If you were living in Spain before 1 January 2021
The studying in the European Union guidance includes information if you were already living in Spain before 1 January 2021.
The UK has a double taxation agreement with Spain so that you do not pay tax on the same income in both countries. Ask the relevant tax authority your questions about double taxation relief.
You should get professional advice on paying tax in Spain. Some English-speaking lawyer in Spain or registered ‘gestores’ provide this service.
Read guidance about:
- tax if you leave the UK to live abroad
- tax on your UK income if you live abroad
- tax if you get a pension and live abroad
- paying income tax in Spain
- paying tax in Spain from the Spanish Tax Authority
- EU factsheet on buying goods online from UK websites
Declaring your assets
As a Spanish resident, you must declare your global income to the Spanish authorities, no matter which country it came from. If you are not a resident, you will only pay tax on income that came from Spain.
You may need to file an annual declaration of overseas assets called a Modelo 720. There are penalties if you do not file, or give incorrect or incomplete information.
National insurance and social security contributions
National Insurance-type contributions (NIC) are called ‘social security contributions’ (SSC) in Spain. Find out if you need to pay National Insurance in the UK or social security contributions in Spain.
If you plan to move to Spain and work, even if you continue working for a UK-based company, you and your employer may need to pay social security contributions in Spain. These social security contributions would entitle you to certain benefits, such as healthcare, in Spain.
Read guidance on National insurance for workers from the UK working in the EEA or Switzerland.
Check your UK National Insurance record.
Read our guidance on entitlement to UK benefits and pensions while you are living in Spain.
Check which benefits you can claim while abroad and how to claim them.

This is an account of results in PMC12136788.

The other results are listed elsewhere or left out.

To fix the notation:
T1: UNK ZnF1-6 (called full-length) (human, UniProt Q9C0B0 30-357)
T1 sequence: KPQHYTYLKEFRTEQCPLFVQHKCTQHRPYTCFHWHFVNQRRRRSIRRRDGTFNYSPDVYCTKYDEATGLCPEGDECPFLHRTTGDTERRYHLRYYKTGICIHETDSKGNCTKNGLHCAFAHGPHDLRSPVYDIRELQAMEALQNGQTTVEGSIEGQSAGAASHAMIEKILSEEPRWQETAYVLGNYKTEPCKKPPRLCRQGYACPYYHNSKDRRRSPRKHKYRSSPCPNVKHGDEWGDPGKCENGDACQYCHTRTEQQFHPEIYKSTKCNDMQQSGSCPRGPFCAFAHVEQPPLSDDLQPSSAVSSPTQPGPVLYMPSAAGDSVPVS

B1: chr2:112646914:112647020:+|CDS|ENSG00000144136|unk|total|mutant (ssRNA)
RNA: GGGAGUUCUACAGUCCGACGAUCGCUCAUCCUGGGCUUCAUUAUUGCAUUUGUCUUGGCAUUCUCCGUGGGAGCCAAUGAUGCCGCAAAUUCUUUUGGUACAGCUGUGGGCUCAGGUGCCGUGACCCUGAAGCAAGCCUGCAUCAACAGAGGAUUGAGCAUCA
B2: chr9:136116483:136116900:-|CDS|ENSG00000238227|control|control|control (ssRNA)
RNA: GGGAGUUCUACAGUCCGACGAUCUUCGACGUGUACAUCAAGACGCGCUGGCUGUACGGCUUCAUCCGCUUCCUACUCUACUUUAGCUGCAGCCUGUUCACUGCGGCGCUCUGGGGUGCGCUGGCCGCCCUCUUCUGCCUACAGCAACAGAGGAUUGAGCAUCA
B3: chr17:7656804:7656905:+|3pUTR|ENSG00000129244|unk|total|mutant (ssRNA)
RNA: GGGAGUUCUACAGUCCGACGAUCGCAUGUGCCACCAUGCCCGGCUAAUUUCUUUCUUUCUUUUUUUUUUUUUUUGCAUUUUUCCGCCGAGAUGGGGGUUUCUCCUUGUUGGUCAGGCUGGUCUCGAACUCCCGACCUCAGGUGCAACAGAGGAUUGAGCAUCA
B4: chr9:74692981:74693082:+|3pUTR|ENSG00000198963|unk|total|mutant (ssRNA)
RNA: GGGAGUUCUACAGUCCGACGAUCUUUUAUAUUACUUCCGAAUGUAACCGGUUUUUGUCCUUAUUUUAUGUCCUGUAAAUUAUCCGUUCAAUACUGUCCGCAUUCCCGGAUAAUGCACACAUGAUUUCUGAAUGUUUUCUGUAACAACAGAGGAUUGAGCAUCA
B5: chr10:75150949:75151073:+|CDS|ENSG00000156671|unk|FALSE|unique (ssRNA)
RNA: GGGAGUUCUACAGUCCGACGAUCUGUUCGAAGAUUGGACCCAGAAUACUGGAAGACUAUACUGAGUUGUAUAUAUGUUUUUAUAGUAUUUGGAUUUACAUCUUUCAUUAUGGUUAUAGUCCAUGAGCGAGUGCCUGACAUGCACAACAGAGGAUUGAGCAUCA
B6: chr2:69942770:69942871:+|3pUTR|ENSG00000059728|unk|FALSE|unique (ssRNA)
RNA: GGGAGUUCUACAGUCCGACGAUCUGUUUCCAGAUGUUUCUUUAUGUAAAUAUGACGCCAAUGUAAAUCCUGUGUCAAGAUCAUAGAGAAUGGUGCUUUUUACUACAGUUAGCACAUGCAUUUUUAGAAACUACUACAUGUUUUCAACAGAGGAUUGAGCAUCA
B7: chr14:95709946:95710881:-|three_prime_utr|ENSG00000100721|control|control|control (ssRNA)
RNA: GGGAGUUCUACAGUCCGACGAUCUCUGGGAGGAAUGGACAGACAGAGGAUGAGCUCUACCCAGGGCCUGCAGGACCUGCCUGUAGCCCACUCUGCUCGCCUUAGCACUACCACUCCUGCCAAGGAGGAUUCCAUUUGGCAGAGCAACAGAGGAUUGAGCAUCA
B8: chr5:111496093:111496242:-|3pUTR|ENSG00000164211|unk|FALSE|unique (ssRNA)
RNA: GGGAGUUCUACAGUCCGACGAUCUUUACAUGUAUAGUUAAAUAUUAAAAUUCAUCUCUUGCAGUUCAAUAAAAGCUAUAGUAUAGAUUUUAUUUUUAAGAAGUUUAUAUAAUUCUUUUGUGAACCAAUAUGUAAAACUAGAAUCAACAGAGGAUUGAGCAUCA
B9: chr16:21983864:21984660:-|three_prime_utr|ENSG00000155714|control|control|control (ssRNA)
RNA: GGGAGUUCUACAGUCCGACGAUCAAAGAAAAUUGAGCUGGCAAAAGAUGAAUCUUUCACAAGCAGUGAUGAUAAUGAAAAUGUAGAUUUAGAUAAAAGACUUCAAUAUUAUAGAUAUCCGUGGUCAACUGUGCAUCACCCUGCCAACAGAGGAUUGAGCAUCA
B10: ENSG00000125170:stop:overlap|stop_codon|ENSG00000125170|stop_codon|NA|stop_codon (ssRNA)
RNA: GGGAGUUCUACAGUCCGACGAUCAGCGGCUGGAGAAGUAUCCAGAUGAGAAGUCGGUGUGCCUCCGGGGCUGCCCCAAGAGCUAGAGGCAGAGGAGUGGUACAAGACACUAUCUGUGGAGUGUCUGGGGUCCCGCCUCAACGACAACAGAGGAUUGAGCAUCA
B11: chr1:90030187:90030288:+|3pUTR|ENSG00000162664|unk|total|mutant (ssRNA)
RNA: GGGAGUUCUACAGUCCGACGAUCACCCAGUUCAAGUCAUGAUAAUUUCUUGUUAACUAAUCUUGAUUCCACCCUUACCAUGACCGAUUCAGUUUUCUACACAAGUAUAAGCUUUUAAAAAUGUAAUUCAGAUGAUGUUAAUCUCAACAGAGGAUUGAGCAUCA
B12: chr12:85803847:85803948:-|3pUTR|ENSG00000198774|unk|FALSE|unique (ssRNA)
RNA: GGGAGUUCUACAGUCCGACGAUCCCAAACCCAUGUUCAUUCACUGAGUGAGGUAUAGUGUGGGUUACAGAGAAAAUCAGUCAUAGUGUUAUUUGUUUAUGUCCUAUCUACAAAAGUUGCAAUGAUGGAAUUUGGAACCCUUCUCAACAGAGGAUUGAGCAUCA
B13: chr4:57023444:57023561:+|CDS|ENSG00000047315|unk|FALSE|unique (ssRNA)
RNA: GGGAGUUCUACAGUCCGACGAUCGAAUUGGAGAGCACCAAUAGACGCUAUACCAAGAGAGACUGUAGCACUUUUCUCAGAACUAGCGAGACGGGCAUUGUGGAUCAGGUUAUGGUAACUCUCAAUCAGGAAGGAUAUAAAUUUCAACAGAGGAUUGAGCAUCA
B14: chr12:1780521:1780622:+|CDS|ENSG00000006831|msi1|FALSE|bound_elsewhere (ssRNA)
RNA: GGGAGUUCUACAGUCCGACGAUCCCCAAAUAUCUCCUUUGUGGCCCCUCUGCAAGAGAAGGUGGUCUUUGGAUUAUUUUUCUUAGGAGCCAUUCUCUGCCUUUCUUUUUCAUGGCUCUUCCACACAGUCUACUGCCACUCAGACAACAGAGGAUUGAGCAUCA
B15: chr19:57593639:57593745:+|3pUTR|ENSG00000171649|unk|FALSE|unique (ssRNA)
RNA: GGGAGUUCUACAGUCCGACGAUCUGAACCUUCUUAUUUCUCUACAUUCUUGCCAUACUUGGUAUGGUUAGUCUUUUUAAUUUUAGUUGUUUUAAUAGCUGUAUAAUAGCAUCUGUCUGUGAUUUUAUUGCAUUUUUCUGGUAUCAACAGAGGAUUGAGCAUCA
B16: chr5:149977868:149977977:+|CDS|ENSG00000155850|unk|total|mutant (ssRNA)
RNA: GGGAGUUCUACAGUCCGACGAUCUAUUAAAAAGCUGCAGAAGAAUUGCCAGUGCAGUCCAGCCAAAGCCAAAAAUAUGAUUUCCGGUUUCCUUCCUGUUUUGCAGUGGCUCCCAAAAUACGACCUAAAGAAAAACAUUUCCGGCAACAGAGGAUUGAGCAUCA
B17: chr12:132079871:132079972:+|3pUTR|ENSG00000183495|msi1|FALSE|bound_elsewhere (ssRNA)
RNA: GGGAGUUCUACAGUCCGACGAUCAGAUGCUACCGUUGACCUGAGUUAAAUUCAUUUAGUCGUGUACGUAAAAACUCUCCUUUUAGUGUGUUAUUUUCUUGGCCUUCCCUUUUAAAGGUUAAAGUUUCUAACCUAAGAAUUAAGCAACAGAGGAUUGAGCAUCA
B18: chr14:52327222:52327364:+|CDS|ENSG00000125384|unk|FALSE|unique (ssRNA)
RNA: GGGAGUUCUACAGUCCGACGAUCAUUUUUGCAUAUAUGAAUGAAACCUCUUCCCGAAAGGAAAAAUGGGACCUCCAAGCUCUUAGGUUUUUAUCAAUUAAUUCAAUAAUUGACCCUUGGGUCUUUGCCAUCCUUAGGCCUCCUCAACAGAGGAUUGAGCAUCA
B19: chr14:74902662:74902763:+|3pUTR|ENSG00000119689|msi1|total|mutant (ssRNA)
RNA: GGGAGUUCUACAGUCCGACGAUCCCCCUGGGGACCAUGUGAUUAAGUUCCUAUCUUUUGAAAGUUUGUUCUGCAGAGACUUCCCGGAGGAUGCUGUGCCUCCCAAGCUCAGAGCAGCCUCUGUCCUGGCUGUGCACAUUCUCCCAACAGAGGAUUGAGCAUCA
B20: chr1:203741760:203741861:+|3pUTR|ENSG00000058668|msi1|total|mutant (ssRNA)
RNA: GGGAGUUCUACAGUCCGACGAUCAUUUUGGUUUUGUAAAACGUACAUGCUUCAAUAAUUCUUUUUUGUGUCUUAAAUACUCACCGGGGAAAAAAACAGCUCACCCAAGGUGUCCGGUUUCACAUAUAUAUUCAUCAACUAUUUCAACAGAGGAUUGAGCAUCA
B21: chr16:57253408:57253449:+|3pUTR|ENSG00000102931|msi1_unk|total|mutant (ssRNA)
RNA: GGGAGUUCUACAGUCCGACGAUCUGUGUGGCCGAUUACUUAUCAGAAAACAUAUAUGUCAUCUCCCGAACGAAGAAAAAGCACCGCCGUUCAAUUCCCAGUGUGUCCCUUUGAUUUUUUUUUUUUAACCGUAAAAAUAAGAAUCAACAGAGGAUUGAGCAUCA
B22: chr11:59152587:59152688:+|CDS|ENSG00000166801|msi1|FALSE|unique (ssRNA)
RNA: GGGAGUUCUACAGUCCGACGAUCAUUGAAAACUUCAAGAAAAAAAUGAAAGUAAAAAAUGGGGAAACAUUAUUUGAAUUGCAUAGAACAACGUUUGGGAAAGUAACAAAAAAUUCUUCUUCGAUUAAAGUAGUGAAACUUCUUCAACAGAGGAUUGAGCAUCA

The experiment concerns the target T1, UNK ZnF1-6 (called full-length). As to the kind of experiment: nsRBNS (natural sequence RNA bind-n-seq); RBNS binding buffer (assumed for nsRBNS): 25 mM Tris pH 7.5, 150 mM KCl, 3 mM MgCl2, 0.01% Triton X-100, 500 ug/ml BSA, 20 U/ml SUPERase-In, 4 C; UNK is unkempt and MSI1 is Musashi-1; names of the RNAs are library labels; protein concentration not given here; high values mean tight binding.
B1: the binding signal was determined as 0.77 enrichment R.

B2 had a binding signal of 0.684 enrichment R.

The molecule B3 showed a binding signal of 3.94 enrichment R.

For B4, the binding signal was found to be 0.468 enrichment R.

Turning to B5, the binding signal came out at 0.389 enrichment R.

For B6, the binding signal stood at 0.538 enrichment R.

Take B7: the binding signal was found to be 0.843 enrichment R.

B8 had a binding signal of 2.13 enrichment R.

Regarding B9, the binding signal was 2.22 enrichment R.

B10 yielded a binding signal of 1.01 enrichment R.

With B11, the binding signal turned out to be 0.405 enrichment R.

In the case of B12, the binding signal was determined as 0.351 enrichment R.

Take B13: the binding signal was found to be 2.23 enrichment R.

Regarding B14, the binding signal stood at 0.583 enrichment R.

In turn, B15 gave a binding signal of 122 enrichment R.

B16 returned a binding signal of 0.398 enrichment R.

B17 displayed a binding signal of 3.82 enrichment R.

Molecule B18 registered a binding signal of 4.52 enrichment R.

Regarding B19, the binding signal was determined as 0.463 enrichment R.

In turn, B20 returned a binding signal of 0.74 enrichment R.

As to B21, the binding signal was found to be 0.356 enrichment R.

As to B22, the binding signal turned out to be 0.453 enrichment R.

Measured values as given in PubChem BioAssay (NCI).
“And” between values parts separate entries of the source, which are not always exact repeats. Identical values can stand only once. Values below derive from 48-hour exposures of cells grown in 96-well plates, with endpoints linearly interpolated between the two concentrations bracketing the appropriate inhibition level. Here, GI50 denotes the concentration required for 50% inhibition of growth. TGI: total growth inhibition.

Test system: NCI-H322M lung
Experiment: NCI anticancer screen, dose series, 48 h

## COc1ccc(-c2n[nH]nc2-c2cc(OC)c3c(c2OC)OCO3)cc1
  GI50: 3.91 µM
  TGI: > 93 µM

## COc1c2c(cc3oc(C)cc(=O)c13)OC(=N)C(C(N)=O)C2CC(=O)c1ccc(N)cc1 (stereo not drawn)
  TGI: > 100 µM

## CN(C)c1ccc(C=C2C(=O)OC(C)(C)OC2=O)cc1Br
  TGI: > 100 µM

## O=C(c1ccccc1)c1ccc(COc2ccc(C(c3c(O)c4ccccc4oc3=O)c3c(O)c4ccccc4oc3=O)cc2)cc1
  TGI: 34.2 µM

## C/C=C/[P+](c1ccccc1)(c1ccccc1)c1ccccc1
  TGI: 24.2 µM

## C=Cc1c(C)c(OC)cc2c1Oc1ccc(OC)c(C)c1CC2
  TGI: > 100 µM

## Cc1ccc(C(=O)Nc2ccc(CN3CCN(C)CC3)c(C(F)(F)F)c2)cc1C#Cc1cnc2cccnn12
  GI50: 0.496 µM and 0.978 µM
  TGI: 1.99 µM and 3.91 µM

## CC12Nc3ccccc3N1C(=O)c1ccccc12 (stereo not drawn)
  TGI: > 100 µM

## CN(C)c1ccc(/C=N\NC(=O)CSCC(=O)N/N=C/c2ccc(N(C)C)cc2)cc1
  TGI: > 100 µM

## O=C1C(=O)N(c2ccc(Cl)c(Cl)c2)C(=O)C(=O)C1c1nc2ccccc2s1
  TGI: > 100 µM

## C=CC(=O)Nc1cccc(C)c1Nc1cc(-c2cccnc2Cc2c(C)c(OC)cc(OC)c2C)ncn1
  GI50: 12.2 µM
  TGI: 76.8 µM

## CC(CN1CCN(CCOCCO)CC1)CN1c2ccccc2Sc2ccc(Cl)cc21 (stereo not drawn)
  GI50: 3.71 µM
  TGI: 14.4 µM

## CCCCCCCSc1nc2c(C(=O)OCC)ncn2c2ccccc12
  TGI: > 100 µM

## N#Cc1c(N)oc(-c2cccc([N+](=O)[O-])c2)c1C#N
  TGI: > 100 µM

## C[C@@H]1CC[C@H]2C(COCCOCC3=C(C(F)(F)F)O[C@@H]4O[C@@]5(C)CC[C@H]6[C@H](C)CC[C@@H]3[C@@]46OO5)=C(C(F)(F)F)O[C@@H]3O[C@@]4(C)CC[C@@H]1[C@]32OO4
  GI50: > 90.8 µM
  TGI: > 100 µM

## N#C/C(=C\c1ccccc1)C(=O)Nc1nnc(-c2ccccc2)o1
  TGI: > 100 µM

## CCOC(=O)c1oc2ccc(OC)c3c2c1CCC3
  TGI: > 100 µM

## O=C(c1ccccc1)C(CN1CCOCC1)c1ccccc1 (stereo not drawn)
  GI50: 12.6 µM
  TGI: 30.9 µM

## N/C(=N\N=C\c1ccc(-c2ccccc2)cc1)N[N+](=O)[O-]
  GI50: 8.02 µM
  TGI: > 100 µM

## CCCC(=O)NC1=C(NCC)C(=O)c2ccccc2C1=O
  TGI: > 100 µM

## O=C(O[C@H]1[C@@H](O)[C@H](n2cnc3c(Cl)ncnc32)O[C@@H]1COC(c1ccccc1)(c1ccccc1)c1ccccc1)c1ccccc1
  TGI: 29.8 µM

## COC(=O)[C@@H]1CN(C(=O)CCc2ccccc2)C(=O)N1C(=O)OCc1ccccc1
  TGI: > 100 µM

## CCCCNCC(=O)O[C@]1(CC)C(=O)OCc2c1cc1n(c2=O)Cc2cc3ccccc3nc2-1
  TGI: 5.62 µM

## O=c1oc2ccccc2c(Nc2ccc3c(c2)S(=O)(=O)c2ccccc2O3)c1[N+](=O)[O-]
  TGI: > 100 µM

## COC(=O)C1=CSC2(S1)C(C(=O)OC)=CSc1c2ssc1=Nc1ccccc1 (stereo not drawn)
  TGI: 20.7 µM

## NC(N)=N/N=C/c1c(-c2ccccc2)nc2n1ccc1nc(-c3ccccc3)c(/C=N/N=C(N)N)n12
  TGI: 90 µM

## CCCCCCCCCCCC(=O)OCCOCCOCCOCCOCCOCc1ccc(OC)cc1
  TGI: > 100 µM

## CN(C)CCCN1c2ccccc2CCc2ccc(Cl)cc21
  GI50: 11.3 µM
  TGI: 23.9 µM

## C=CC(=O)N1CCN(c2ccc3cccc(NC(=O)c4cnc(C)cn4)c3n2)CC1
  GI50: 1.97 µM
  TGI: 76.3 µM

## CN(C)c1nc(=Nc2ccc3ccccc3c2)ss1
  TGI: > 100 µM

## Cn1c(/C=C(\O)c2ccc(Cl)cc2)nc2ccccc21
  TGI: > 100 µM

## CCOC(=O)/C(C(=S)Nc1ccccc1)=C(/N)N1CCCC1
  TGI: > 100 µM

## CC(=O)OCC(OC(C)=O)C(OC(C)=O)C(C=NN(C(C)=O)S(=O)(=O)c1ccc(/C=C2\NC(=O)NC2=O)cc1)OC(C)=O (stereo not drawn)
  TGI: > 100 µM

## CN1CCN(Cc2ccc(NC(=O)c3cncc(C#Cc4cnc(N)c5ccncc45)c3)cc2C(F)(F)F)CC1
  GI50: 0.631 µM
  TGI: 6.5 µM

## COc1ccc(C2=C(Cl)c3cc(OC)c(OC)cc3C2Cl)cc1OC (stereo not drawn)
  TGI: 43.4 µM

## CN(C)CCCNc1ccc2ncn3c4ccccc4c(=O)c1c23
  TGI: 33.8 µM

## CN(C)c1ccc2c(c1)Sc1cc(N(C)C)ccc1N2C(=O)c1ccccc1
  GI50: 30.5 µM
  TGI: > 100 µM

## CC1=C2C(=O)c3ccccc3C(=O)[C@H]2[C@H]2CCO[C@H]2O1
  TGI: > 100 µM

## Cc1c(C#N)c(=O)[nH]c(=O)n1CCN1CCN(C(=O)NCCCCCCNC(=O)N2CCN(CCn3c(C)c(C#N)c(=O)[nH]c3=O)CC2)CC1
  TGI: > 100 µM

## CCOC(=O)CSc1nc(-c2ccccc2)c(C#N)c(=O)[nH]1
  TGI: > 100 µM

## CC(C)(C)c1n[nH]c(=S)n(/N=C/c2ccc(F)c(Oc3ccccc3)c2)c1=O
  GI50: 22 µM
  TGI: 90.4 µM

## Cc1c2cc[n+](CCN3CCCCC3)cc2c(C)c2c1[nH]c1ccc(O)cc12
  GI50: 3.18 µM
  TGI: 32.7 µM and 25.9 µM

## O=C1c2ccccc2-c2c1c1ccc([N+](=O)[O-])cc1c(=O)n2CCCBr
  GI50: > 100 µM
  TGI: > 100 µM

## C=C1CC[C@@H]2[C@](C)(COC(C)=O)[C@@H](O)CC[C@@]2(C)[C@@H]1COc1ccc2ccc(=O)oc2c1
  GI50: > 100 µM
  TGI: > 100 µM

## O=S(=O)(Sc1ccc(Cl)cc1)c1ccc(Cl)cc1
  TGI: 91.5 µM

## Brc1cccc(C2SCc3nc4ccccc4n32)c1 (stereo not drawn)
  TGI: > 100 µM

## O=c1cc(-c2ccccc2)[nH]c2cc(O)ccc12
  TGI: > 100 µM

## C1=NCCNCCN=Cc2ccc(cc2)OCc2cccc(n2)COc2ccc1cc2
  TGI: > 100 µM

Many income-related benefits such as Pension Credit and Housing Benefit cannot be paid if you’re abroad for more than 4 weeks.
You may be entitled to Spanish benefits. To find out if you are entitled to Spanish benefits and how to claim, you can:
- speak to a social worker (trabajador social) at your local town hall (ayuntamiento) (in Spanish)
- read the guidance from the Spanish Ministry of Social Rights
- read the guidance from the Institute for Senior Citizens and Social Services (IMSERSO) or contact the Institute for more information
- read the Spanish government guidance on social security benefits for workers
Read guidance on entitlement to UK benefits and pensions while you are living in Spain.
Read State Pension guidance if you have lived in Australia, Canada or New Zealand and you are claiming or waiting to claim your UK State Pension.
If you retire in Spain, you can claim:
- your UK State Pension or new UK State Pension. Contact the International Pension Centre for further information
- pensions if you’ve worked in other EU countries
Read the Money and Pension Service’s MoneyHelper guidance on pension and retirement for more information on cross-border pensions.
Life Certificates for UK State Pensions
If you get a ‘life certificate’ from the UK Pension Service, you must respond as soon as possible. Your payments may be suspended if you do not.
Money and banking
Whether UK banks can provide service to customers living in the EEA depends on local laws and regulation.
Read the Money and Pension Service’s MoneyHelper guidance on banking, insurance and financial services for more information on cross-border banking.
Accommodation and buying property
Read guidance on how to buy or let property in Spain.
Driving in Spain
Read the guidance on:
You cannot renew or replace your UK, Gibraltar, Jersey, Guernsey or Isle of Man driving licence if you live in Spain.
If you have one of these licences, you can use it to drive for up to 6 months after becoming resident in Spain. To continue driving after this, you must apply for a Spanish driving licence.
The process for obtaining a Spanish licence depends on whether you have a UK, Gibraltar, Jersey, Guernsey or Isle of Man licence.
You cannot use an International Driving Permit (IDP) instead of a Spanish licence.
From 16 March 2023 you can drive using your valid UK or Gibraltar licence for 6 months. This is a temporary measure that the UK and Spanish governments have agreed.
If you have a valid UK or Gibraltar driving licence
If you were living in Spain before 16 March 2023, you can use your valid UK or Gibraltar driving licence to drive in Spain for 6 months from this date.
If you move to Spain after 16 March 2023, your valid UK or Gibraltar licence will be recognised for 6 months from the date you obtained residence.